On Aug. 24, 1817, in retaliation for American troops burning Upper Canada’s Parliament Buildings in the Battle of York, British soldiers ransacked the original White House and set it ablaze. As we now mark two centuries since those fateful events of the War of 1812, it’s useful to reflect on the lessons learned from those hostilities, which essentially grew out of a trade dispute.

Caught in the middle of a war between Britain and France, American international trade was interrupted primarily by British naval forces imposing an economic blockade on Atlantic shipments, even from nations that formally declared neutrality. After failed attempts at diplomacy with our former colonial overseers, the United States declared war against Britain to assert its rights to commerce and freedom on the open seas.

It sometimes appears these days as if we’re on the precipice of another great trade war.

Speaking before a campaign rally-style crowd in Arizona on Aug. 22, President Trump declared he thinks “we’ll probably end up terminating NAFTA, at some point.” This perhaps shouldn’t have been much of a surprise. Trump has been making declarations on the North American Free Trade Agreement since the campaign trail, when he referred to the deal as a “disaster” and “the worst trade deal in the history of this country.”

It shouldn’t be a surprise, except that formal negotiations to update NAFTA kicked off just last week. Why even go through the charade of seeking reasonable terms for the 21st century if it’s a foregone conclusion that the president intends to tear the deal up in the end? Perhaps this is all part of the president’s strategy to achieve the most beneficial terms for the nation.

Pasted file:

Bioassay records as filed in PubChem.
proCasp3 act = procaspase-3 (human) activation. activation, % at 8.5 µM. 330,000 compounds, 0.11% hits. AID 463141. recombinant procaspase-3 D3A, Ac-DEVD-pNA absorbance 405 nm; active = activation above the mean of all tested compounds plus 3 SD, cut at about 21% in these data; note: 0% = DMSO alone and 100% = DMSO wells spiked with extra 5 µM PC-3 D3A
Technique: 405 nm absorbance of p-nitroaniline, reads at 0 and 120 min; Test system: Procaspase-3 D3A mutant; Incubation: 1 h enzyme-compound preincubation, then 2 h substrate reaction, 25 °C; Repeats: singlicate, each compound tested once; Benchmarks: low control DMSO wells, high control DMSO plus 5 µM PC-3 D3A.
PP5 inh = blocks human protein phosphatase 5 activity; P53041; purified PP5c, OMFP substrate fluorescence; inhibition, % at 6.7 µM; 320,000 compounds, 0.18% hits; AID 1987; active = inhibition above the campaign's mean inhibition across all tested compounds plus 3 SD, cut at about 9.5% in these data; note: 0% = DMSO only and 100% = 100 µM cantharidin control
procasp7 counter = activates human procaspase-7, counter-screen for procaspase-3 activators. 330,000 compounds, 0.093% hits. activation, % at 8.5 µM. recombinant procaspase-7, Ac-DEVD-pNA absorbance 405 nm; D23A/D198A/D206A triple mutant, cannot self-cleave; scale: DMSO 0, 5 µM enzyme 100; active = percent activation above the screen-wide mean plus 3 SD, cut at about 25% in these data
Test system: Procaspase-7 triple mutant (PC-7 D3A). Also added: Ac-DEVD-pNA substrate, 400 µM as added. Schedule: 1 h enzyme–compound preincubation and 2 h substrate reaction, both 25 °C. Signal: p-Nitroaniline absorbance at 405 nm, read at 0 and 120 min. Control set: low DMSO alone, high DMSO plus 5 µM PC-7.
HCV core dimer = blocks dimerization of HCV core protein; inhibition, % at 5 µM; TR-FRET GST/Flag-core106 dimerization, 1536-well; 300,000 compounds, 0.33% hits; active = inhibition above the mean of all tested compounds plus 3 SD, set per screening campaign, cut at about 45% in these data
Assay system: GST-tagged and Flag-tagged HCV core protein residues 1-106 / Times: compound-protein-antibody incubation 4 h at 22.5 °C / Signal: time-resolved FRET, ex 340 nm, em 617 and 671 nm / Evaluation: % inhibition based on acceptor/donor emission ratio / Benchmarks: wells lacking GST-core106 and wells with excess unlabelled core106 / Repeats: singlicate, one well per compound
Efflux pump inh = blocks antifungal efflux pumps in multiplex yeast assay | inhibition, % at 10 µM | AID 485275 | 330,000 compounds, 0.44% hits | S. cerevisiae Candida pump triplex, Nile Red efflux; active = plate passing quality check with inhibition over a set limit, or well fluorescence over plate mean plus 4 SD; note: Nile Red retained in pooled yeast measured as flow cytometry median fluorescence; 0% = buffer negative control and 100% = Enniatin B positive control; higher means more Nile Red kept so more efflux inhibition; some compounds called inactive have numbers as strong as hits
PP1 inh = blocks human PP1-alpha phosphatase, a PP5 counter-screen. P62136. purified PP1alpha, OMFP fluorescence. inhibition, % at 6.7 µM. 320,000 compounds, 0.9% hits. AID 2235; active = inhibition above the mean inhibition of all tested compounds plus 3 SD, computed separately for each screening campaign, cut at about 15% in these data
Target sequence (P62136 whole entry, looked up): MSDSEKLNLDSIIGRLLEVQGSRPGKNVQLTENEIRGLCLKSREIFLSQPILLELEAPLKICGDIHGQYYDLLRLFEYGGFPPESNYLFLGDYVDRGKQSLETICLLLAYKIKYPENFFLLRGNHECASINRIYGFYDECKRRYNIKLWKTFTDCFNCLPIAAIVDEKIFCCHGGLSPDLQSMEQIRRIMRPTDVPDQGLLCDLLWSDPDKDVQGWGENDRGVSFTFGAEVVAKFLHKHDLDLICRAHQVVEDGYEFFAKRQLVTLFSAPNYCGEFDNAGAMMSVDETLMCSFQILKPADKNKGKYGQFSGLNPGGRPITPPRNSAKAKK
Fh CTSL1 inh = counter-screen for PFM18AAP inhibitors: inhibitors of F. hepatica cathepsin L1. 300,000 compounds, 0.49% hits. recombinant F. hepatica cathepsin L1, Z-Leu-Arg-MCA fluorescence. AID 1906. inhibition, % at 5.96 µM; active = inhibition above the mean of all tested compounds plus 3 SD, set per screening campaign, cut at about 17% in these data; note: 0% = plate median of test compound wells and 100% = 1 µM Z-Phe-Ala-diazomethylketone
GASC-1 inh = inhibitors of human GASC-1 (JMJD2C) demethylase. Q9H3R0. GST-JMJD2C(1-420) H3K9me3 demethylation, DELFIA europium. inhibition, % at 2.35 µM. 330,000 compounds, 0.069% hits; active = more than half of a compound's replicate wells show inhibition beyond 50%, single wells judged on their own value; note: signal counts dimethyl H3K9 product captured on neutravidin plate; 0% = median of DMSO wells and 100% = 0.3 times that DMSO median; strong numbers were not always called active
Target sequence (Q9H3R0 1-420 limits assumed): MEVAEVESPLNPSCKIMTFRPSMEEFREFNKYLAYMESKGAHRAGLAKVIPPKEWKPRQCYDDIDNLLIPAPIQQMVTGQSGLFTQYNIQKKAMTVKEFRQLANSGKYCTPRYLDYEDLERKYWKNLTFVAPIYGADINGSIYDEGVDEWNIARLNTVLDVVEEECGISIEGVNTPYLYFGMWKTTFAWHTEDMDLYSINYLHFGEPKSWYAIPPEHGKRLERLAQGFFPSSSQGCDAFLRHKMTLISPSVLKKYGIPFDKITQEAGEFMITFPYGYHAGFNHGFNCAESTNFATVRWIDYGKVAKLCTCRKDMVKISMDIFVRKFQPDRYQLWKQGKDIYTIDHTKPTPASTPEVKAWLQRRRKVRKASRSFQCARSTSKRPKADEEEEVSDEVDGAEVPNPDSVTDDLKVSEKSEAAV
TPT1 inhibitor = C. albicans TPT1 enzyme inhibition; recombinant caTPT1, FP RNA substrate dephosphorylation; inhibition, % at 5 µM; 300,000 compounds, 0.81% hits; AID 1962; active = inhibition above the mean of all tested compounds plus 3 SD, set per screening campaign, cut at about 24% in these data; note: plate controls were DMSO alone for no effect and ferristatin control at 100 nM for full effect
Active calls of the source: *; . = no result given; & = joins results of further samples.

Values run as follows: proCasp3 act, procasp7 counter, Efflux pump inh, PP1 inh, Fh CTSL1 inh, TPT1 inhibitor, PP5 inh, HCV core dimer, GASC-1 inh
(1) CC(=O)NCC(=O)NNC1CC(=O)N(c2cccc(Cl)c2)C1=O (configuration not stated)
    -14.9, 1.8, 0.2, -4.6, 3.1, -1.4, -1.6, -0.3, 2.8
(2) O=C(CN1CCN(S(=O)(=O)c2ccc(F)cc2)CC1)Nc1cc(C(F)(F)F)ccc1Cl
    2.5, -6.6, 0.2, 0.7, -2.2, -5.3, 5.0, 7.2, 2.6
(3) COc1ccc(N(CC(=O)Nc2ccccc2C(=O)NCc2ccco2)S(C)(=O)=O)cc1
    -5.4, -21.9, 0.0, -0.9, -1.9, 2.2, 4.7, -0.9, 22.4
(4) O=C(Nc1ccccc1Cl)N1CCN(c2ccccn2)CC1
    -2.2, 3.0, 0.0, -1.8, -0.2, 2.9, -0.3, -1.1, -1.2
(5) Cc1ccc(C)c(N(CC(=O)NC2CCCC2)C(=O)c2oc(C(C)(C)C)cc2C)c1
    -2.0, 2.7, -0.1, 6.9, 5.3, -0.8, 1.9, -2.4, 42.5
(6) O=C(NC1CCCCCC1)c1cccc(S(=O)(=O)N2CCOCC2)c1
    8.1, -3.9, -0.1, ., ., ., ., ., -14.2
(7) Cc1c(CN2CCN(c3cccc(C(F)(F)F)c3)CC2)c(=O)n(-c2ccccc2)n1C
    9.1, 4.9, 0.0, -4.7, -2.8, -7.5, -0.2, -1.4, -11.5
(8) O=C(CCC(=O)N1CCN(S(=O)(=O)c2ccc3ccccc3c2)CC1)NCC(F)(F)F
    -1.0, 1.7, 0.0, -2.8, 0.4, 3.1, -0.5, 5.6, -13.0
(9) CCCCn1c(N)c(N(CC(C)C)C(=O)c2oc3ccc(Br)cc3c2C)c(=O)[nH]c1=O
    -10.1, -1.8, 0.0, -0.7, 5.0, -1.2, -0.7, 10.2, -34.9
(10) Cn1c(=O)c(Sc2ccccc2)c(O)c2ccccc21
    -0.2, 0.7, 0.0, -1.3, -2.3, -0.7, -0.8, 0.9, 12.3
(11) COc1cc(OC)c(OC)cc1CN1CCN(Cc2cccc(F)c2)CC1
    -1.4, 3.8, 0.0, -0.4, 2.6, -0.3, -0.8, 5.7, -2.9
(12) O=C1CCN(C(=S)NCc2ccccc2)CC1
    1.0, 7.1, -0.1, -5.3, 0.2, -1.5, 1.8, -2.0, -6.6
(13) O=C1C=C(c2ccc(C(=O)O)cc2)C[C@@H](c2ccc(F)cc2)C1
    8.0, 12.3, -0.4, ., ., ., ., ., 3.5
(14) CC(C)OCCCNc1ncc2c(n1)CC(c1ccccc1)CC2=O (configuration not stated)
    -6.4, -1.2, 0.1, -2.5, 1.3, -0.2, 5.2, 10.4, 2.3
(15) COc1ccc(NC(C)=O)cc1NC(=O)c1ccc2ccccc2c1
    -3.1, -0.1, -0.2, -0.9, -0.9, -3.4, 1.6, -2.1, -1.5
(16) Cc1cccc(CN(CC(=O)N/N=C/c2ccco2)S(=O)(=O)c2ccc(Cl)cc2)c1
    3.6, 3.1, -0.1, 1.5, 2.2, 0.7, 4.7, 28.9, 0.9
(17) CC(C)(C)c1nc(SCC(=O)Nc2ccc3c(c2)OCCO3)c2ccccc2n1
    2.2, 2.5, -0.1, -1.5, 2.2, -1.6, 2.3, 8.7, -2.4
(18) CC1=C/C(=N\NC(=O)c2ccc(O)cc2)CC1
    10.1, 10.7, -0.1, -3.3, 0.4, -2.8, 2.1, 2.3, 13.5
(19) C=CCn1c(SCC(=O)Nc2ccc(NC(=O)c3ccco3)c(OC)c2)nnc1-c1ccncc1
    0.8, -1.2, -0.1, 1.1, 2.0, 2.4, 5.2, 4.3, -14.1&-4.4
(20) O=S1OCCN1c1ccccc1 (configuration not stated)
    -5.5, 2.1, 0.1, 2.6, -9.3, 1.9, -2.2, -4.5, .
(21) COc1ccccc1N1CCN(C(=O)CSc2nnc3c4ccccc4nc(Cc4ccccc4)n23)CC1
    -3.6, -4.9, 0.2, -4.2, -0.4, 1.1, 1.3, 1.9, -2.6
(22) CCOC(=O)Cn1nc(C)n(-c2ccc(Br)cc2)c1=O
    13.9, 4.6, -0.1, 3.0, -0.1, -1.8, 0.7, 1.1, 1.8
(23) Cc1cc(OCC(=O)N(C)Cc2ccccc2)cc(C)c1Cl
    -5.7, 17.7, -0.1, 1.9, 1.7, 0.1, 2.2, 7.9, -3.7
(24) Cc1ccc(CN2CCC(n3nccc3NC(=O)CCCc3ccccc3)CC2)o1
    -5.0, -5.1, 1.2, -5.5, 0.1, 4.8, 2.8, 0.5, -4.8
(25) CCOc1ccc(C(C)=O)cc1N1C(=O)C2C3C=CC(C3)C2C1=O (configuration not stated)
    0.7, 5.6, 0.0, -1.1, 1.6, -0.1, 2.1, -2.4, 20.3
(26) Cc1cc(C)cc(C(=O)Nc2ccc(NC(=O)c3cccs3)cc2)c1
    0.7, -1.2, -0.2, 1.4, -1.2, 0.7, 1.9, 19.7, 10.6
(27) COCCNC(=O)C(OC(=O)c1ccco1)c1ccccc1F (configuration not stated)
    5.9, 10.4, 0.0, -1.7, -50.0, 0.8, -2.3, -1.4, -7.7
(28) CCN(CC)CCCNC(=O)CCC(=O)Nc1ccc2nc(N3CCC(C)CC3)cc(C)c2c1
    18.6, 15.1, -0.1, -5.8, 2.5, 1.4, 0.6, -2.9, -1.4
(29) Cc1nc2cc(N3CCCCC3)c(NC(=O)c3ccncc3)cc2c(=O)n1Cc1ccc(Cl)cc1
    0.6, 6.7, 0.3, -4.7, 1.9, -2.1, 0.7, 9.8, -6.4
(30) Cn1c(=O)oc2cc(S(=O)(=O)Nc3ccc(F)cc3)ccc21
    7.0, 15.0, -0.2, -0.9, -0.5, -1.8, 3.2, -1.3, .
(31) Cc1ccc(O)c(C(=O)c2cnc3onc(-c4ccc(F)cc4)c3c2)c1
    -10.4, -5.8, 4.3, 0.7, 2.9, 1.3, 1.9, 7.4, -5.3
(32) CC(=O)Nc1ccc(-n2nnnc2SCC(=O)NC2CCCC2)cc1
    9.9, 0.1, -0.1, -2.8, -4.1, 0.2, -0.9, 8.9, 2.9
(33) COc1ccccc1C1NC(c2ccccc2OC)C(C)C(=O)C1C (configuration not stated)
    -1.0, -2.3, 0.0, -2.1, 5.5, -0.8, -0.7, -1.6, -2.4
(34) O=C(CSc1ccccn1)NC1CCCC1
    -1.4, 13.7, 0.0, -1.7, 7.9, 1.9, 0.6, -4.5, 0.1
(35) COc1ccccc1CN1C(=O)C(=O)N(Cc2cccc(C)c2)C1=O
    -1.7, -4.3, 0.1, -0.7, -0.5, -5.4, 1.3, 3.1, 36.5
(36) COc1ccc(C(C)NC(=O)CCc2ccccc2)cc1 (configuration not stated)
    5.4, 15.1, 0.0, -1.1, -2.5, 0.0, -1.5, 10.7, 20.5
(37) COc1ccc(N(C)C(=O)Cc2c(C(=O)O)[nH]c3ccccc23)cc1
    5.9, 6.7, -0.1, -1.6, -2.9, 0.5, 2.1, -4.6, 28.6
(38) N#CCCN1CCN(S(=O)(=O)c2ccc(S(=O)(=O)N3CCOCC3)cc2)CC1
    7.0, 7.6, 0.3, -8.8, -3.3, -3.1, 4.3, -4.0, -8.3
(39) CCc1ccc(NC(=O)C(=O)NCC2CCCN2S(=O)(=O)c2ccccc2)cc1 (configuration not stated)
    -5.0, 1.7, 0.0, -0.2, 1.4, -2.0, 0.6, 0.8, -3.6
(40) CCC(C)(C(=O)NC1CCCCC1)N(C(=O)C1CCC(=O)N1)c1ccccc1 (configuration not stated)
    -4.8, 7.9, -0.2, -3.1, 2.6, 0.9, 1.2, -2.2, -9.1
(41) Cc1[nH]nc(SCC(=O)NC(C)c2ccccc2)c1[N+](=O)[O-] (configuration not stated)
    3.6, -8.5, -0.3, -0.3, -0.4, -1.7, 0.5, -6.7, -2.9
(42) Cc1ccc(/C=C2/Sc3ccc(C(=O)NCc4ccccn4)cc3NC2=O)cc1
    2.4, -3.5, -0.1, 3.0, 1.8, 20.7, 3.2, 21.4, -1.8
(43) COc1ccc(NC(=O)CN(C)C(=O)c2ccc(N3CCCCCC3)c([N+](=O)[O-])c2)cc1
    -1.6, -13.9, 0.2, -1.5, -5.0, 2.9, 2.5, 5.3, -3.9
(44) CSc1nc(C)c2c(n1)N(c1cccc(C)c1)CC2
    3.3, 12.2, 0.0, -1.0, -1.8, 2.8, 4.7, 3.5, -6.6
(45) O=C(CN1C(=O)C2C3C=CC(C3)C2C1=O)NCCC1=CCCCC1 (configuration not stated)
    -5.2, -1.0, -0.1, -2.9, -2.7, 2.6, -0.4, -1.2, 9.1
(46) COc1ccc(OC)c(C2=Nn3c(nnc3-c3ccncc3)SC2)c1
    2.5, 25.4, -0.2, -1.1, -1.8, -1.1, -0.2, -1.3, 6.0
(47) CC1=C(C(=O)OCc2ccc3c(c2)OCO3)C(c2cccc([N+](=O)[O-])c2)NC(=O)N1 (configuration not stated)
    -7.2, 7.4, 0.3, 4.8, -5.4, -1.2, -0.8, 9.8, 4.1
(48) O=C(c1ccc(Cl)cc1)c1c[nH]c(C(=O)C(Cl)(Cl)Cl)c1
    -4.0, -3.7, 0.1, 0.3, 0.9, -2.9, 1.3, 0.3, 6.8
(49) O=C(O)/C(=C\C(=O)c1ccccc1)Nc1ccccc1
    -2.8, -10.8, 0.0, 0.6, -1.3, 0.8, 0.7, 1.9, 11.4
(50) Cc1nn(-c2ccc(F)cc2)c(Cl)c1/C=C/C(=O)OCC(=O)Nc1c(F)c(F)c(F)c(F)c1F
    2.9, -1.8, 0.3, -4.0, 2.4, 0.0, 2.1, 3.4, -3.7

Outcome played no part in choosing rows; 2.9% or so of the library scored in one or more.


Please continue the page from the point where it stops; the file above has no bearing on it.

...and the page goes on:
The best reason to update the deal is that NAFTA has been a success. Since its inception in 1994, the deal has removed most barriers to trade among Mexico, Canada and the United States. It supports nearly 14 million American jobs, with U.S. exports to Mexico growing from $50 billion in 1994 to $231 billion in 2016. The services sector, in particular, saw a trade surplus with Canada and Mexico of $41.8 billion in 2014 alone.

Our dependence on NAFTA is clear. In April, it even prompted the president to tamp down his rhetoric. “I decided rather than terminating NAFTA, which would be a pretty big, you know, shock to the system, we will renegotiate,” Trump said at the time.

Additionally, U.S. Trade Representative Robert Lighthizer and U.S. Secretary of Commerce Wilbur Ross both have indicated in recent months that they would take a “do no harm” approach to renegotiating NAFTA, cooling fears the administration would dismantle the deal.

While the War of 1812 rendered neither side a significant victory, the outcome left the young United States able to establish its standing among the nations of the world. Out of the ashes of the burnt capital, the country was able to rebuild and in the process even acquired “The Star-Spangled Banner,” inspired by the resilience of American soldiers, and the American flag, still waving despite a night of heavy bombardment during Britain’s failed invasion of Baltimore.

Unfortunately, a contemporary trade war will not cover us in the same sort of glory. An interdependent global market will not allow the United States to exit unscathed. From the perspective of markets, terminating NAFTA, much like shutting down the government, amounts to declaring war on ourselves. Naturally, this has generated some serious legal discussionabout the proper limits on the president’s power to wage trade wars, just as there are in shooting ones, without congressional approval.

History teaches not only to avoid the mistakes of the past, but not to kill the successes of the present. It is important to remember how low we almost were wasted when the world turned against the free flow of trade, as well as the prosperity it continues to offer in the here and now.